Transitional Neighborhoods: Great Deals in a Good Market
June 11, 2012 § Leave a Comment
Transitional neighborhoods are usually described as such because they may have issues with blight, litter and crime. These neighborhoods, however, can be a great investment for savvy buyers who can spot the difference between an actual transitional neighborhood and, well, the ‘hood.
As the housing market begins its slow recovery, it is not uncommon to see substantially lower prices for houses, especially in transitional neighborhoods. Prices low enough to entice renters who realize they could be building equity and have a mortgage that is no more than their current rent—with property tax included. In this market with the higher rents brought on by the foreclosure crisis and higher demand, some new homeowners are finding their mortgage is actually less than their rent.
But how do you find that jewel of a deal? Start with the neighborhood. A good transitional neighborhood will have a few things that will not be found in the ‘hood.
1. Bordering neighborhoods with higher sticker prices. The influence of the neighboring good neighborhood all but ensures your housing prices will eventually rise, as others will help the gentrification process by moving to the outskirts of the good neighborhood that may be out of their price range and/or have very little available housing. If the neighborhood is bordered on 3 sides by good neighborhoods, housing prices will very likely rise in the transitional neighborhood within 10 years. Even two borders can have a dramatic effect on neighboring areas of the transitional neighborhood fairly quickly. If, however, you have only one border on a good neighborhood, the best deals will be closest to that border. As you move further in you may find that crime is more rampant, police less visible and housing prices stagnate.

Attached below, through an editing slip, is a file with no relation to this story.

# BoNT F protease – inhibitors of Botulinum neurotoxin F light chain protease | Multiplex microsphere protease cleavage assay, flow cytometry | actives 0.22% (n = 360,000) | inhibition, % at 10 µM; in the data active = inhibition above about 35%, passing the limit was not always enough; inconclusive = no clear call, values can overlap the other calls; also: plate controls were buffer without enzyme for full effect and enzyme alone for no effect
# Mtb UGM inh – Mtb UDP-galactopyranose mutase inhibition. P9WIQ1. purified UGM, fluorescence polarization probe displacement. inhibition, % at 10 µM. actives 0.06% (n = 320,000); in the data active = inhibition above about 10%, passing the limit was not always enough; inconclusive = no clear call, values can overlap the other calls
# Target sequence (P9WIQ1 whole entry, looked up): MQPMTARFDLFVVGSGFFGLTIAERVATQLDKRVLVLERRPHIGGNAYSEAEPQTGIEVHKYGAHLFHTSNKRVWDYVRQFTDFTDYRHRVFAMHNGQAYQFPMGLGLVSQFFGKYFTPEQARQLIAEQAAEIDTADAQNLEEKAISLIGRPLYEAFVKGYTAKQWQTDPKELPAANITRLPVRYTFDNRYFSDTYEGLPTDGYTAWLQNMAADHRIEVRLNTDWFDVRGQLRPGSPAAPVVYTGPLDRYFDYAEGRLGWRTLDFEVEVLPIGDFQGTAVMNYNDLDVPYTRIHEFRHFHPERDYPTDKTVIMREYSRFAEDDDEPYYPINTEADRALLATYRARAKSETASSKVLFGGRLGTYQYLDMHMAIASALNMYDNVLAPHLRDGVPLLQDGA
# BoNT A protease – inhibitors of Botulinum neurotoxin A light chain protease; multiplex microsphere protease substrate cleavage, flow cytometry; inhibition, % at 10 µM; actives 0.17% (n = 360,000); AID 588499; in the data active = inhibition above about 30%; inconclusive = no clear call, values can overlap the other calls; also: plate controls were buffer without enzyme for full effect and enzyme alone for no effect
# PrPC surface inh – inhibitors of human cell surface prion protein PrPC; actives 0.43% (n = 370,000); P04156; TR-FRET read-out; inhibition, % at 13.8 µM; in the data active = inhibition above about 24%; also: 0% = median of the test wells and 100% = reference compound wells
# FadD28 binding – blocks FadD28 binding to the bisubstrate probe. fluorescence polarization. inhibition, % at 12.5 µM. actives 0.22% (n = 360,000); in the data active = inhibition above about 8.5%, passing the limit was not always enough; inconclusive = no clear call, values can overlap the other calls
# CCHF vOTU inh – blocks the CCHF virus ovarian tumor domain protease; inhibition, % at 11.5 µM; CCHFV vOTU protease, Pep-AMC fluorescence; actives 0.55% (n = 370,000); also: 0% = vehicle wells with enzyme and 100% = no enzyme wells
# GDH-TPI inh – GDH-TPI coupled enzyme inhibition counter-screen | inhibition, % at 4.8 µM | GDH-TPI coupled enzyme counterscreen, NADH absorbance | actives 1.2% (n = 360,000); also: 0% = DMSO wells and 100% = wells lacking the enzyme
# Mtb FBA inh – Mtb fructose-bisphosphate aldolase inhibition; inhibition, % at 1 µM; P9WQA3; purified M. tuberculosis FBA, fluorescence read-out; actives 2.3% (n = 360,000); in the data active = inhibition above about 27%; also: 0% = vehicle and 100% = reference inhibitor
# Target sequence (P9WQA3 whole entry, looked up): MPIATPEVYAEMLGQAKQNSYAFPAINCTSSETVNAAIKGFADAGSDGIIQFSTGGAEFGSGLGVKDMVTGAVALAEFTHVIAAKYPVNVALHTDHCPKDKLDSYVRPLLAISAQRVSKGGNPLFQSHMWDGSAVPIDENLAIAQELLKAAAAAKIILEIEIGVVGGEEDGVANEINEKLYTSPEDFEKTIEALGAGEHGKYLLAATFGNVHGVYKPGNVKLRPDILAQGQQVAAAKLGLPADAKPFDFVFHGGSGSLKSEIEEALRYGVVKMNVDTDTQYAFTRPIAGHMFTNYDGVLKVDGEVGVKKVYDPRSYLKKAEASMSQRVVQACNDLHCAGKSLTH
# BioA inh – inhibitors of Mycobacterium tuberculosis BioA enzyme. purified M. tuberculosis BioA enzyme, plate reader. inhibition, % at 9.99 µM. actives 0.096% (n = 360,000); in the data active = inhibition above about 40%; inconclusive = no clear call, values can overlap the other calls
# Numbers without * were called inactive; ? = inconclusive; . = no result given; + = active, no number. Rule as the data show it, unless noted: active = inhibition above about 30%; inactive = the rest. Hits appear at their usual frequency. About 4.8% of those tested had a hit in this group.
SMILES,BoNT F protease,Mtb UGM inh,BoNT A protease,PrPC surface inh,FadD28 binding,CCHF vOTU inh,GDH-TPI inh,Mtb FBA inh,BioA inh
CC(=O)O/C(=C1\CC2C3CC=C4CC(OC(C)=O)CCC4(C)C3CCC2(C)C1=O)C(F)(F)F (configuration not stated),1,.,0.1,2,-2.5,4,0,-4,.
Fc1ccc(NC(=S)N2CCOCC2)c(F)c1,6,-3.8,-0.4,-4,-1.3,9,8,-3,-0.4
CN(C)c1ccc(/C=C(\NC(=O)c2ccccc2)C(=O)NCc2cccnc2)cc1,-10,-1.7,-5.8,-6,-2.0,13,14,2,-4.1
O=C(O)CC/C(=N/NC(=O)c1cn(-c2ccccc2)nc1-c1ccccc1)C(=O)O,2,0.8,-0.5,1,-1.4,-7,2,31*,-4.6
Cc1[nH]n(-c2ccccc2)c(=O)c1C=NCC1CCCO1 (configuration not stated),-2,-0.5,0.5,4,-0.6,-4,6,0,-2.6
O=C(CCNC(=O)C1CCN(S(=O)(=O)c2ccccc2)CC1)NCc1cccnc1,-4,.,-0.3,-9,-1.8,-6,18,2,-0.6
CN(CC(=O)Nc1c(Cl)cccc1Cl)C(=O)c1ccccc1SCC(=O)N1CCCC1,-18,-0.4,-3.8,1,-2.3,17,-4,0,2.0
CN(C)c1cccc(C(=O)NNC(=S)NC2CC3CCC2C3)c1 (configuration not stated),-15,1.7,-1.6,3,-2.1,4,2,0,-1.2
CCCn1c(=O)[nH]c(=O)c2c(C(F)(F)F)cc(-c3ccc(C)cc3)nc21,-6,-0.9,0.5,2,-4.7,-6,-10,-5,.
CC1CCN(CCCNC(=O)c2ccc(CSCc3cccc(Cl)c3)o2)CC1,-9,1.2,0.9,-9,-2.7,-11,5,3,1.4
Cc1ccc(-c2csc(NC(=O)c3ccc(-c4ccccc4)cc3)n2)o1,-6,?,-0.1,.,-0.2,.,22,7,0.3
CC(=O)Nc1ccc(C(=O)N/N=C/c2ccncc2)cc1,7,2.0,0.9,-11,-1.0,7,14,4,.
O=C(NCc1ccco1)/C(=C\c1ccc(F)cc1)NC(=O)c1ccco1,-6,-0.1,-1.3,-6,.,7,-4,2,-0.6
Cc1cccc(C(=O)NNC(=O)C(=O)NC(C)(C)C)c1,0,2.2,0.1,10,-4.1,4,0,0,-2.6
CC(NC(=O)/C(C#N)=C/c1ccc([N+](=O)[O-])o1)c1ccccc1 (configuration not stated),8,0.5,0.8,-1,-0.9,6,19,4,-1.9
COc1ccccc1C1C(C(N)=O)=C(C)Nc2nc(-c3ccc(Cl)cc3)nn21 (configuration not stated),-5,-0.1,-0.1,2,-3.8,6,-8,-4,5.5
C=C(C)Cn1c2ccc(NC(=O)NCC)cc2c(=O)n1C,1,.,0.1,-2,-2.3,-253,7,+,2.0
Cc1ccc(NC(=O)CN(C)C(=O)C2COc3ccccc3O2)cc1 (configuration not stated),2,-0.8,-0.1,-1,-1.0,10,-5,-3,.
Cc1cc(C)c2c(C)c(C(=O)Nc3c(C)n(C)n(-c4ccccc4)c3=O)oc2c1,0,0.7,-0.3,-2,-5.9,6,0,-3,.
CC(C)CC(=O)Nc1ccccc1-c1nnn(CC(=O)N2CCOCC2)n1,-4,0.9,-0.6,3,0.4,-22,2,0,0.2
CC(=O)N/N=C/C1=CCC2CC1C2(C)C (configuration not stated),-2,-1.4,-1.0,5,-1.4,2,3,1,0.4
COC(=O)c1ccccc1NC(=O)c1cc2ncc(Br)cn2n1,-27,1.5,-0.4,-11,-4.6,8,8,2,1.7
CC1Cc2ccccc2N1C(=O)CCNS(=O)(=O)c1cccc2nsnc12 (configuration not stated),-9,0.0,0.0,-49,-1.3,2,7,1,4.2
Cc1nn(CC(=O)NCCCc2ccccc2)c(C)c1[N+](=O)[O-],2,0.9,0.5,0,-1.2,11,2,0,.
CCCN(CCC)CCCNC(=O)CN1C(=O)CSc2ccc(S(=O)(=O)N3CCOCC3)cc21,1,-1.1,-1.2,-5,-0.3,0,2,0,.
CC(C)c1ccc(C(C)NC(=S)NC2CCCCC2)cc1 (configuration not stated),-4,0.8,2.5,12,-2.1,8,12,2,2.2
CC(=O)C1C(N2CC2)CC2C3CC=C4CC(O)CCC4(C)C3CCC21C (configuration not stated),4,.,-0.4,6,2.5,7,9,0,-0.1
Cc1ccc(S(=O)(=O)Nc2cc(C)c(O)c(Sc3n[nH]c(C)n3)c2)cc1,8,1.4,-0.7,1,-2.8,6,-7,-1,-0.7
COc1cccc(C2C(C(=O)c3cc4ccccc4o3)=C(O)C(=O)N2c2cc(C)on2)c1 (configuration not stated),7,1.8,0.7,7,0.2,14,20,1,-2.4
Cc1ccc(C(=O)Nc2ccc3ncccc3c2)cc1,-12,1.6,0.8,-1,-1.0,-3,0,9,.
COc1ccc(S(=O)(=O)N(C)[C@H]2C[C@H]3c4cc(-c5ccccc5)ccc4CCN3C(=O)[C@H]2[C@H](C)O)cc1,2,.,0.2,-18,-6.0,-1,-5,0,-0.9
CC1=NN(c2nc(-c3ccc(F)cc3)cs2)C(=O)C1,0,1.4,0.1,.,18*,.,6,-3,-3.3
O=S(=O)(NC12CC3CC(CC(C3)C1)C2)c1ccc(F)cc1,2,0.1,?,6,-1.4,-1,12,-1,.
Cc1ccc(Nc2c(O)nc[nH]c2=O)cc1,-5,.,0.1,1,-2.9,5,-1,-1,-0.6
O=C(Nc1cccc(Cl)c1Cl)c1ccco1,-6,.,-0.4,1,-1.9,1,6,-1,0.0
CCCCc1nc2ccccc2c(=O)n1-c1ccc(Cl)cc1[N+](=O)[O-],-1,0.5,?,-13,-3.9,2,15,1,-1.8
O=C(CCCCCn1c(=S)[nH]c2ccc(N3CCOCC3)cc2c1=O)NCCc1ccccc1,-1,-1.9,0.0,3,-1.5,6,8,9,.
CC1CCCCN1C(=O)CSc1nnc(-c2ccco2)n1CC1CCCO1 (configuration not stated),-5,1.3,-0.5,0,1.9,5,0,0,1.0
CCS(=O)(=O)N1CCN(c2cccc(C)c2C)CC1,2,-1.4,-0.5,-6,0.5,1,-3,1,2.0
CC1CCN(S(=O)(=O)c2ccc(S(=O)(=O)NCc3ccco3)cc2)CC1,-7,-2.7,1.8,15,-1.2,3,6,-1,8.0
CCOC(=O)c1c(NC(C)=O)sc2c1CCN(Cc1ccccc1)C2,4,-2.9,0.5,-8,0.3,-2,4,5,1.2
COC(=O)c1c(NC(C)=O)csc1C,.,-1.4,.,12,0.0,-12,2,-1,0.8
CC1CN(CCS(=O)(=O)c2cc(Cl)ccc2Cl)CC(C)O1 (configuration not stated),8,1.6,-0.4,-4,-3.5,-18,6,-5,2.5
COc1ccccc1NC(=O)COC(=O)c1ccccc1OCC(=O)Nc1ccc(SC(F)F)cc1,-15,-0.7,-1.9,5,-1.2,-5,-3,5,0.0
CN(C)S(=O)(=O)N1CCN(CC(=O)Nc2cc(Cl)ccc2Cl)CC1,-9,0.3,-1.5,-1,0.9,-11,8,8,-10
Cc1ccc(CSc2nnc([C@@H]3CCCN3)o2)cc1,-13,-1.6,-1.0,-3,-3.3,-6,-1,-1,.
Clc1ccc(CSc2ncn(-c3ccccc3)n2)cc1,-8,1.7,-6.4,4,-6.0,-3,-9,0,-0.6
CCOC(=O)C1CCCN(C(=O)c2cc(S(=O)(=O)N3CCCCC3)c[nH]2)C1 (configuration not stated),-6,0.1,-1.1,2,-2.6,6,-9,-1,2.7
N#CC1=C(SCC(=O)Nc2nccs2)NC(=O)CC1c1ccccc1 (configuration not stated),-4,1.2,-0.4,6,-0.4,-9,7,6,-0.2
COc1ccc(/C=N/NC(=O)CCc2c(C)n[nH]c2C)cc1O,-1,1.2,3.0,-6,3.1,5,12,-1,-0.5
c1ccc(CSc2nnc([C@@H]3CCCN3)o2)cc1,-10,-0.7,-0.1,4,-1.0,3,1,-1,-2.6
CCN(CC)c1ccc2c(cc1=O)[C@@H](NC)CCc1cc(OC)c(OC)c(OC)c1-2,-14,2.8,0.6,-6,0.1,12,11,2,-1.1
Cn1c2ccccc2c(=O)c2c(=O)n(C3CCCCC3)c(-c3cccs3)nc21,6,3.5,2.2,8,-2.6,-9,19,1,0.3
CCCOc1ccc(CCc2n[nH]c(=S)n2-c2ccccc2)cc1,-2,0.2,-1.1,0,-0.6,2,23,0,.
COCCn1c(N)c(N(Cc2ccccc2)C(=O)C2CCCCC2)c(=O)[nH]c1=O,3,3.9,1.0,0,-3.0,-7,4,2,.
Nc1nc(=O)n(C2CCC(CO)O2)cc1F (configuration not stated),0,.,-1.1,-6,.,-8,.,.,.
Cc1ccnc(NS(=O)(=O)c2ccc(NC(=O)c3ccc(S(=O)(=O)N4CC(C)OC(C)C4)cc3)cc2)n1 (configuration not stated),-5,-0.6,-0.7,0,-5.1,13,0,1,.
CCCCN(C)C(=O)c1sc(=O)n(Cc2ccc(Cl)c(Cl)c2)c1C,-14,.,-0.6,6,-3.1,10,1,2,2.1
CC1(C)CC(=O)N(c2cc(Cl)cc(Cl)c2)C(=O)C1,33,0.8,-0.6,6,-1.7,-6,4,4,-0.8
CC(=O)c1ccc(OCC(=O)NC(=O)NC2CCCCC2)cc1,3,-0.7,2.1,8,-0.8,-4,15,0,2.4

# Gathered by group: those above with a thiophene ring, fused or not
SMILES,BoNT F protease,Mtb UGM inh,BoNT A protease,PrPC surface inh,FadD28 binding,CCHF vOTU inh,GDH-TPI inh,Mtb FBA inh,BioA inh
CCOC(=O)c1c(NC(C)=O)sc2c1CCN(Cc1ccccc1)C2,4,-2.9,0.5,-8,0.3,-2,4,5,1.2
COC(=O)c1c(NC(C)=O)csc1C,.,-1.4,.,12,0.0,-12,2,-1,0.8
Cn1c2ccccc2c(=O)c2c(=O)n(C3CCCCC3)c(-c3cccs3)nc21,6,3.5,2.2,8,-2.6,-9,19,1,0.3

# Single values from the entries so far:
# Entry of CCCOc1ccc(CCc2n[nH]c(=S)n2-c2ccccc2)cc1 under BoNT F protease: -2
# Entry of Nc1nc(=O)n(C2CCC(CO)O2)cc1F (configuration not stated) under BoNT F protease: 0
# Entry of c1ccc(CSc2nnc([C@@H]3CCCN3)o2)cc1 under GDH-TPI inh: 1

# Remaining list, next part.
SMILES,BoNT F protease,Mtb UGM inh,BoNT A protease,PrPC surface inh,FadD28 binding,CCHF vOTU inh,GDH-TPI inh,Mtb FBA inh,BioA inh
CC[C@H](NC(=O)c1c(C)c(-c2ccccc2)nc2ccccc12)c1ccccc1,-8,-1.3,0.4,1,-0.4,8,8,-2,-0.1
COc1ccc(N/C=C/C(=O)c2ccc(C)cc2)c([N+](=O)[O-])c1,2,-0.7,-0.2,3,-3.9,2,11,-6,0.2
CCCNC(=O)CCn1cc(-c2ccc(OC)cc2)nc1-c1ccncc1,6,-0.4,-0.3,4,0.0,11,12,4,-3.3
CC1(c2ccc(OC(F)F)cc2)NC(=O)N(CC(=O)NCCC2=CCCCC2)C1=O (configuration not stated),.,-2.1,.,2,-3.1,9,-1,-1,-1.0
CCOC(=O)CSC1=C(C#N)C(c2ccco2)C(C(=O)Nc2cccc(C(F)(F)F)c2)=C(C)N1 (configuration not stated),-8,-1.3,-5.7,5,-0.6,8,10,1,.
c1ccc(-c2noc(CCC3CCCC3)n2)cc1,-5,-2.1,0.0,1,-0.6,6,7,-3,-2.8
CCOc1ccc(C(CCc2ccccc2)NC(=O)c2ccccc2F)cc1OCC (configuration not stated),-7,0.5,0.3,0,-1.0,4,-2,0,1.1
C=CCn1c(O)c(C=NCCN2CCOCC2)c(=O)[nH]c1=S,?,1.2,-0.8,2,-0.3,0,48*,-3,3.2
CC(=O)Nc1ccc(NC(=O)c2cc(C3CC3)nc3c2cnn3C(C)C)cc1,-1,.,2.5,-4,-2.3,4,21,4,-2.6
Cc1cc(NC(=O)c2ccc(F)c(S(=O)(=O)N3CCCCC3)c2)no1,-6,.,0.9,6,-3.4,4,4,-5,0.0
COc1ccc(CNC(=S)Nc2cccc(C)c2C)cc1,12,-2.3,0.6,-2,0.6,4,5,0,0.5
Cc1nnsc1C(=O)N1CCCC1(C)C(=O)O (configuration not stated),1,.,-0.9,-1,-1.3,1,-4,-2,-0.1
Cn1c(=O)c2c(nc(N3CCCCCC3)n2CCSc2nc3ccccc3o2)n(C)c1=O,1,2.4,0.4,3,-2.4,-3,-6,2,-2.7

2. Well-kept houses sprinkled in amongst the downtrodden. This higher standard of personal living can start a trend. It shows that others, whether older families that have been in the neighborhood for generations or new homesteaders, are making an effort to increase curb appeal. Moving in nearby these homes can help start a positive trend. You may even be able to band together with neighbors for some volunteer community landscaping in tree wells, in front of apartment buildings and untended road medians. All this beautification helps with curb appeal which equals higher housing values.
If you are seriously considering buying in a transitional neighborhood, take the time to do your homework.You’ll have a better understanding of what you are inviting into your life on a daily basis, as well as a better sense of whether the home is likely to increase in value or not.
1. Check your local police website for information on crime (and types of crime) in the neighborhood. Look back over two to five years and track whether the number of listed police incidents has increased, decreased or remain steady.
2. Check zillow.com and track housing values in the neighborhood over the last ten years. This will tell you whether housing value in the neighborhood has an upward, stagnant or downward trend in a long term view. As we have seen, housing prices may balloon or deflate in short-term reactions to the economy. A ten-year view will give you a better sense of how the neighborhood is trending for the next ten years.